The 11th conference will be held June-July 2010 in Stockholm, Sweden, with the 12th in Baltimore, Maryland in April 2012. Go if you can.
Tuesday, March 18, 2008
CI Research Study
Shortly after my January 17 blog post I was contacted by some folks involved in CI research. It seems my interest at comparing and gauging my pitch offset between CI-ear and normal ear, and my experienced attention to sonic detail, could be handy in a research setting. I was asked to be a test subject and I complied like a good Borg. Within a week we had scheduled a one-day trip to the Cochlear Implant Laboratory at
On the day in mid-February, I had a 6:30 am flight out. So it was up at 4:00; to the airport about 5:00; hit the security area about 5:15 – my first time through with a CI. I had brought along my spare processor and I remembered reading that it should not be x-rayed (something about x-rays damaging the microphone element). After filling 4 trays with shoes, belt, pocket contents, laptop, and other contents from my bag, I pulled out the spare processor and flagged a TSA person. Upon explaining the x-ray issue, and showing my handy little CI card provided by Advanced Bionics, I was rewarded with a trip to secondary inspection so my processor could be tested for explosive residue. It only took a moment and the TSA people were friendly. I quickly re-robed and repacked and headed up to the departure area.
I located the gate for my flight and slid into a nearby seat. Most people were deep in their laptops, cell phones or mp3 players, so I felt a little the Luddite cracking open a hardback book. I mostly read, but also spent some time listening to PA announcements and even did a little eavesdropping – both of which were surprisingly successful with my decidedly non-Luddite CI.
At about 6:15 we got the call to board. It was a sold-out flight, but even with that we were ready to go on-time; something else wasn’t however so we were held on the ground for another half-hour. The pilot explained something about the delay but the crappy quality of the aircraft’s intercom put the answer just out of my reach. I could have asked my seat-mate, but that would have opened the door to an entire flight of conversation and I had reading to do; plus old hard-of-hearing anti-social habits die hard. The pilot made up some time in the air and we touched down only about 20 minutes late. I grabbed a cab and was deposited at ASU a bit after 9:00.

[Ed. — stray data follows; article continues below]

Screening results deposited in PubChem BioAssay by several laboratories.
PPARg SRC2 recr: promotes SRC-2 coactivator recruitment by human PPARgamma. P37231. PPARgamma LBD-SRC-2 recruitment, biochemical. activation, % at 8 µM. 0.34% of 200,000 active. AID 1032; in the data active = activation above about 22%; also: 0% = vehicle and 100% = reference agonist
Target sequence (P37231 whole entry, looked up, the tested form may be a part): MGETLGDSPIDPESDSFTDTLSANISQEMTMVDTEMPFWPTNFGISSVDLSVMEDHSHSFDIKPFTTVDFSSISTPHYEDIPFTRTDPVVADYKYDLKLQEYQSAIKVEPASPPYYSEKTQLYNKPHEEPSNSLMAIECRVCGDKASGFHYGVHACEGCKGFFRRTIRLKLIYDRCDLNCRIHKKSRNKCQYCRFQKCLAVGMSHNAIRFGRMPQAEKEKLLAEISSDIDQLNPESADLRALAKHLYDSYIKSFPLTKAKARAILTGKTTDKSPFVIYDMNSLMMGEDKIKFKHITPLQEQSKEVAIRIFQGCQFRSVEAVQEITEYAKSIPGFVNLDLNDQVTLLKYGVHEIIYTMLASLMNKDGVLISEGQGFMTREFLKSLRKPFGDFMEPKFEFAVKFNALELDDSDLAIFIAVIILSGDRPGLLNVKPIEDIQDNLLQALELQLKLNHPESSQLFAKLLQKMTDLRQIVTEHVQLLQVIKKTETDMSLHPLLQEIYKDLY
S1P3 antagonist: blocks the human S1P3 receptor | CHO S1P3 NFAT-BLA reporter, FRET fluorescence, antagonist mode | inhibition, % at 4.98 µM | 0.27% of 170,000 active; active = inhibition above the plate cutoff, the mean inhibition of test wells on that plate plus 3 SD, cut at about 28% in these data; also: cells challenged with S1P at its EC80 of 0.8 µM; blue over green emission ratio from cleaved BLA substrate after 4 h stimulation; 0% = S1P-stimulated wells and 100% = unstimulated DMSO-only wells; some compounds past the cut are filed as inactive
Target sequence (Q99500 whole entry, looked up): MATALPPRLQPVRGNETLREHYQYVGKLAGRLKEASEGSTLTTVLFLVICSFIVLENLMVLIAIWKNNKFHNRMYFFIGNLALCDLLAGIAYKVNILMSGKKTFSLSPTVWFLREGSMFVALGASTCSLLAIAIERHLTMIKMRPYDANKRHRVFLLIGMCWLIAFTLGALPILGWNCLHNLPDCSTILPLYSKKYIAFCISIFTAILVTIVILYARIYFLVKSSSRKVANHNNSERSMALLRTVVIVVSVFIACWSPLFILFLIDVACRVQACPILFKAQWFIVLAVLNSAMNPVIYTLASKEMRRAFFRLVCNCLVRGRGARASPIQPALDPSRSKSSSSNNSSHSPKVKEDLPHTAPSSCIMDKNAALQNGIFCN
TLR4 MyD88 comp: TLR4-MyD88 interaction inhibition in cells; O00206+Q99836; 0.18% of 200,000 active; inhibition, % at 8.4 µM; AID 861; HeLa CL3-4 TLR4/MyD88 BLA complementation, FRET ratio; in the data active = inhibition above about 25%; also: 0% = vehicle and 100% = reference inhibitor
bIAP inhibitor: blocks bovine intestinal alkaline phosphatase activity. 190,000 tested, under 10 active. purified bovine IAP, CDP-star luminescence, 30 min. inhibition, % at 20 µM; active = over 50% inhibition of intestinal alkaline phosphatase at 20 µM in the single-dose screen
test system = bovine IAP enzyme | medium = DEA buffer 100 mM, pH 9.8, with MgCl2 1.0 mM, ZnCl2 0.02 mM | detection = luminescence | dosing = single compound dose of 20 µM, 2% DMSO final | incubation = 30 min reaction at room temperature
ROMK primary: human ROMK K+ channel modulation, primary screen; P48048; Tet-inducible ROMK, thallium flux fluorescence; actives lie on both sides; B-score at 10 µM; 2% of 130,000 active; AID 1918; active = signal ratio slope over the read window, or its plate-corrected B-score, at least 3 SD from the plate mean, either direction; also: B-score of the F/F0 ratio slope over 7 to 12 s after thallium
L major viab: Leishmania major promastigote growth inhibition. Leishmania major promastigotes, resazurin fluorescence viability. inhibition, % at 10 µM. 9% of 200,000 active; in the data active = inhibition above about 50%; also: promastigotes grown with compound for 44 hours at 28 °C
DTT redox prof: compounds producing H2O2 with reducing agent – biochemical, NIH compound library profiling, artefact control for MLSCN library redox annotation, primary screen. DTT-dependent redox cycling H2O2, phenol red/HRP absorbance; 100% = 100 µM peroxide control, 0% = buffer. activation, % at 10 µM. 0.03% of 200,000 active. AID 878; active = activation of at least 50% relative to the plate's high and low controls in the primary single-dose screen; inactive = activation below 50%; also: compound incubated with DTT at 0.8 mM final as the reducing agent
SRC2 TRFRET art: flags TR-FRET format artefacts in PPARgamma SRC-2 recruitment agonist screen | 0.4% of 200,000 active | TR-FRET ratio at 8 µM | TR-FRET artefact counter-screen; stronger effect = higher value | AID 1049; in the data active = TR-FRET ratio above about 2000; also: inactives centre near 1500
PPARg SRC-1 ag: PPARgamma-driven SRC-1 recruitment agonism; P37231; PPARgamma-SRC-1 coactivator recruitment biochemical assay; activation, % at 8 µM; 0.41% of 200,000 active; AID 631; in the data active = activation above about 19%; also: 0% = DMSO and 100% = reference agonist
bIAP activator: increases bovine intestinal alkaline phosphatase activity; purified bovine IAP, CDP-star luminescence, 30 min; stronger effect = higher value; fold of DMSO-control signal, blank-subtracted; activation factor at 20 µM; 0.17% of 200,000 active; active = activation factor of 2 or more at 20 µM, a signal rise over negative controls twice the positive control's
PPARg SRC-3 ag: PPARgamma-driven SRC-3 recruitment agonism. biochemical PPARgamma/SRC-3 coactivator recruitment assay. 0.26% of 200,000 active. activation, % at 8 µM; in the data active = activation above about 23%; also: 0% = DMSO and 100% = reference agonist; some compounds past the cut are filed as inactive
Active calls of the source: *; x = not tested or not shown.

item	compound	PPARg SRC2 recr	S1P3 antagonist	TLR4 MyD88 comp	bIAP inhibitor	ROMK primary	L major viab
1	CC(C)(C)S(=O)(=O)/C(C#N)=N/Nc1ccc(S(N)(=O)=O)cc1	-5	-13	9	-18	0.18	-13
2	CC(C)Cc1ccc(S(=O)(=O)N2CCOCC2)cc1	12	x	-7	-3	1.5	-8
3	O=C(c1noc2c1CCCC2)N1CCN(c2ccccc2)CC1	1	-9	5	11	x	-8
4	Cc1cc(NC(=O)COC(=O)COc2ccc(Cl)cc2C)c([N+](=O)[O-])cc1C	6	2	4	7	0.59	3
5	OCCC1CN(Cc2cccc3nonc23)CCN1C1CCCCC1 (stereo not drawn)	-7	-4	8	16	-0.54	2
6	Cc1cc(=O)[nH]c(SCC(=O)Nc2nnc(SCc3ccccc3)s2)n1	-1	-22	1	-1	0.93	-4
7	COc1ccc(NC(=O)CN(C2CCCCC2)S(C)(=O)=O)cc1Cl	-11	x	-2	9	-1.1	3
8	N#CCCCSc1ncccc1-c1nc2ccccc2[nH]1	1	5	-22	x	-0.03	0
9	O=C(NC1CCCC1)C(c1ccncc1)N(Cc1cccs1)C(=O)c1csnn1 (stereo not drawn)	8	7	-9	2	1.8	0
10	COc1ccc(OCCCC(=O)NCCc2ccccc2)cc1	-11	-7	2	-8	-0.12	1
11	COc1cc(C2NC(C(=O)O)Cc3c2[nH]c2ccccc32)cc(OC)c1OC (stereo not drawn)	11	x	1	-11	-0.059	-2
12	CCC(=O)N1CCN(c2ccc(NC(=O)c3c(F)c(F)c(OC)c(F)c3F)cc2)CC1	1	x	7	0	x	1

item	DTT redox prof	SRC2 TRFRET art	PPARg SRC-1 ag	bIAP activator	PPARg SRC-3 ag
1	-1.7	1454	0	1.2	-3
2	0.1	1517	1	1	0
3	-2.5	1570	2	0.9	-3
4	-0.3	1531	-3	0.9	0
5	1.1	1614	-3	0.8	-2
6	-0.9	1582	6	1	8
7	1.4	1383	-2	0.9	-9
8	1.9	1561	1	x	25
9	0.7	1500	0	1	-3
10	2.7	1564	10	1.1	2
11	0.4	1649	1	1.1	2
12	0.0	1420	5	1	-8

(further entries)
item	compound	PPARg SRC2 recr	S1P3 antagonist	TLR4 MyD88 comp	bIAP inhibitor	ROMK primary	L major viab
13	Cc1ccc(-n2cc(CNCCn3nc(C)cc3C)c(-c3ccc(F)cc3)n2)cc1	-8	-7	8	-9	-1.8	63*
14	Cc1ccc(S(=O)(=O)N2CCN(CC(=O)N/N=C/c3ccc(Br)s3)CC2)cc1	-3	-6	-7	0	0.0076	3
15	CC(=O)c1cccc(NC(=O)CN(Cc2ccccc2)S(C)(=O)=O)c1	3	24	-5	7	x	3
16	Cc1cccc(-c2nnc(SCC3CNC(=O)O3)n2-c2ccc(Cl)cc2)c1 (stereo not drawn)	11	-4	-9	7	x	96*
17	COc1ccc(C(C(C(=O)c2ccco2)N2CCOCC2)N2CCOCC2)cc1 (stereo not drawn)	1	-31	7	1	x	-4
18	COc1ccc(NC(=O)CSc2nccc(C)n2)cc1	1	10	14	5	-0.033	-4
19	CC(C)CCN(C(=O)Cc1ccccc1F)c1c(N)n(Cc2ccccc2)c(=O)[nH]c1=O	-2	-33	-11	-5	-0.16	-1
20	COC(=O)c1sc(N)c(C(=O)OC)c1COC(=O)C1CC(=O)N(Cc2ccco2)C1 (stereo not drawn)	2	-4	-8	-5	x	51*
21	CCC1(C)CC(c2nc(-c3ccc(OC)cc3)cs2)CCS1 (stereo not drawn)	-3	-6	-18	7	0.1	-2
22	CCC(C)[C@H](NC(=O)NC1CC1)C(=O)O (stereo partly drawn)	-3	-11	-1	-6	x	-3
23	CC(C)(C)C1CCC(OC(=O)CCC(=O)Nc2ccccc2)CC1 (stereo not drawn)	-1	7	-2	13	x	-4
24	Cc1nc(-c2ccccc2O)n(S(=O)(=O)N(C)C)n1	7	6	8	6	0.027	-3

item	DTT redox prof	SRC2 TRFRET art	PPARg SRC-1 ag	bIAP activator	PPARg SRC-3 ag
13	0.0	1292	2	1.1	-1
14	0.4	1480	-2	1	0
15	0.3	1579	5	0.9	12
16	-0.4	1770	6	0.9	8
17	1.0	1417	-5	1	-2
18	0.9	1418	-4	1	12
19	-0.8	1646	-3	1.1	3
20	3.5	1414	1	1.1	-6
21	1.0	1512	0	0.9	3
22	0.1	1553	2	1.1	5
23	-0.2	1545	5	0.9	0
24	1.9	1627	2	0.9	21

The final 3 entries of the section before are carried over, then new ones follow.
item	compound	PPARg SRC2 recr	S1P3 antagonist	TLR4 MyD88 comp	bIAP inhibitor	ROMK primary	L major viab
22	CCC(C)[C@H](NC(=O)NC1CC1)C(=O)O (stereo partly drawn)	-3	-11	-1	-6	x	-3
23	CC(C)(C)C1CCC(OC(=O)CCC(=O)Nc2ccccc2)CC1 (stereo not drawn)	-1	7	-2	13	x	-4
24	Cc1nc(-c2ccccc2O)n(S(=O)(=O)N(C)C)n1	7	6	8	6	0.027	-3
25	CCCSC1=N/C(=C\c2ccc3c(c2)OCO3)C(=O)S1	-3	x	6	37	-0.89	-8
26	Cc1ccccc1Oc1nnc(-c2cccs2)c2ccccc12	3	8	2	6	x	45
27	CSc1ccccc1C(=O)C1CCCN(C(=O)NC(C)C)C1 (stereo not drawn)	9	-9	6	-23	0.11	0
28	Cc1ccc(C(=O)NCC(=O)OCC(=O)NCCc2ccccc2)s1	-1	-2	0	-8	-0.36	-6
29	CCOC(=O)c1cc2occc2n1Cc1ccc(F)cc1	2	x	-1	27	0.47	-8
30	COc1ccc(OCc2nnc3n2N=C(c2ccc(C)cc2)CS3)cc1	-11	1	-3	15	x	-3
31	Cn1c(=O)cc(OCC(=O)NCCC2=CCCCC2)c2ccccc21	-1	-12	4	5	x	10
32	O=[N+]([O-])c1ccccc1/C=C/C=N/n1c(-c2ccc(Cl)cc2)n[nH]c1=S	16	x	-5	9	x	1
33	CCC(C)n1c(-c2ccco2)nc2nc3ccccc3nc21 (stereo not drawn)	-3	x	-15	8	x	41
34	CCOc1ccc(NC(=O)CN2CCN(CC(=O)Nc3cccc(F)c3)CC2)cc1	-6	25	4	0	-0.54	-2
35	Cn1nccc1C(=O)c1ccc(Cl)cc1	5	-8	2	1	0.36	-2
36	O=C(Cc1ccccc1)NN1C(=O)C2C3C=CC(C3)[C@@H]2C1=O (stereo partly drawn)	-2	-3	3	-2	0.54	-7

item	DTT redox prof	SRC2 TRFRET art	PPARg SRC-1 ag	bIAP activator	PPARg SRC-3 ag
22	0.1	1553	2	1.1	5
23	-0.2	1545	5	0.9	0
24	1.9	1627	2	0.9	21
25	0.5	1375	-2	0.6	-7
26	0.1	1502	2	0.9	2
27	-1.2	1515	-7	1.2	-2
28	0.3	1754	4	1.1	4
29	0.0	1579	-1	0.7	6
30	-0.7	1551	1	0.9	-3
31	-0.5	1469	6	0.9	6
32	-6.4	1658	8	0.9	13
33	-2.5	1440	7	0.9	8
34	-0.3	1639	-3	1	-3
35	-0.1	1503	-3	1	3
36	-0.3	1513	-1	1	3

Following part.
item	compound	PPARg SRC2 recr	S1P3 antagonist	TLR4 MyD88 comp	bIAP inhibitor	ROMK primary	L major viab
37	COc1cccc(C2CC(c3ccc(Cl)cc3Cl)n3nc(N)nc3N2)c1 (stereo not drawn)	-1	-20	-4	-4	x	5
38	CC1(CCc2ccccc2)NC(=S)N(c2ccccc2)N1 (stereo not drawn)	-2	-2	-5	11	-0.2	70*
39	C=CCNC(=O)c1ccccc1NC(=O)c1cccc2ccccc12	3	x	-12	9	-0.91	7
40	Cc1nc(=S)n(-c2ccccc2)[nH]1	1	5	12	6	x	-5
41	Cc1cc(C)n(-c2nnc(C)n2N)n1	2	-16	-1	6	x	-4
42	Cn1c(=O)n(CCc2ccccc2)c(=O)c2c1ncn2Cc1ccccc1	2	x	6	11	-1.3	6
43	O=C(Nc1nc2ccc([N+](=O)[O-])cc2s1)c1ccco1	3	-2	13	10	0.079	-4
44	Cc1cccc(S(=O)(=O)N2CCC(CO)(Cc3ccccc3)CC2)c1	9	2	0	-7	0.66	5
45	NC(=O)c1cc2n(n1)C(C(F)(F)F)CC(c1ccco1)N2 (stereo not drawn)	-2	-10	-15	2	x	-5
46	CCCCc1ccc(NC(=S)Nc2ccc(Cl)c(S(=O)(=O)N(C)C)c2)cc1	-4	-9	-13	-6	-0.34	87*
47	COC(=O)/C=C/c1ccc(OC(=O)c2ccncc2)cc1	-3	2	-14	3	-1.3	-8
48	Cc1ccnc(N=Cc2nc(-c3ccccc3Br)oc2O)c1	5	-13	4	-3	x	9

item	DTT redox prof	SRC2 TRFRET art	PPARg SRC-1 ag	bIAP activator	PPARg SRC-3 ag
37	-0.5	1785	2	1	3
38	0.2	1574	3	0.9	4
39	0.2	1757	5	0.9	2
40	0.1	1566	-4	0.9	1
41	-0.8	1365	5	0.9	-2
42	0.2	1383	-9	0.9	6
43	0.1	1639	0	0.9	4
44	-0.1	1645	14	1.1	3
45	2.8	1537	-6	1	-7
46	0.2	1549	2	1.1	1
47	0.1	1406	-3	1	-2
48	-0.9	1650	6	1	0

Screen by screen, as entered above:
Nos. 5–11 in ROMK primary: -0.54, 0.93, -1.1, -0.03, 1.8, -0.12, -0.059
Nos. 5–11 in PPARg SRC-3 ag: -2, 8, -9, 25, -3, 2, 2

The CI Lab is in a shiny new building at the edge of the campus. I made my way up to the lab and was greeted in the corridor by Dr. Michael Dorman, the head of the lab. We stepped into his office and began chatting about CI’s. Dr. Dorman has been involved in CI research for quite a long time. While I was digging up CI research articles over the past few months I ran across many on which he was co-author. Soon we were joined by Dr. Tony Spahr, who would be directing my activities for the day. The nut of the conversation was that research often is full of promising ideas that go nowhere; occasional lines that lead to minor improvements; and the rare find that can be significant. ASU and Advanced Bionics are in the process of studying some new techniques to learn if they warrant testing in a full stimulation strategy and can ultimately be implemented with a software upgrade.
The focus of the current study is testing the effects of different electrical stimulation patterns on tonal quality. It is hoped that developing full processing strategies that deliver purer tones will improve overall perceived sound quality, aiding both speech discrimination and music appreciation. But the first step is finding a way to improve individual tones.
Most current CI strategies deliver sound to the cochlea as sequential pulses, hundreds to thousands of times per second. For a complex source sound, most of the electrode contact points on the array will be fired to convey pieces of the entire range of frequencies in the source. When a CI user listens to a pure tone, such as a tuning fork or sine wave tone, the pulse output goes to a small group of electrodes sequentially, with the center of the group at the highest amplitude (loudness). In lab testing, a single electrode can be pulsed. In either case, the sound perceived is not a pure tone – it is accompanied to a degree by the noise and distortion of unwanted frequencies on either side of the actual tone. It can be described as slightly fuzzy or buzzy. This may be, at least partially, due to the fatness of the electrical stimulation pattern of each pulse delivered to the cochlea affecting an area larger than the target. Speech is made up of relatively noisy components, so the effect on basic speech discrimination is likely not large. Where it may make a difference is in more difficult listening situations such as noisy environments. But the tonal quality of speech – its timbre – and of course the quality of music should improve with a more accurate tonal representation.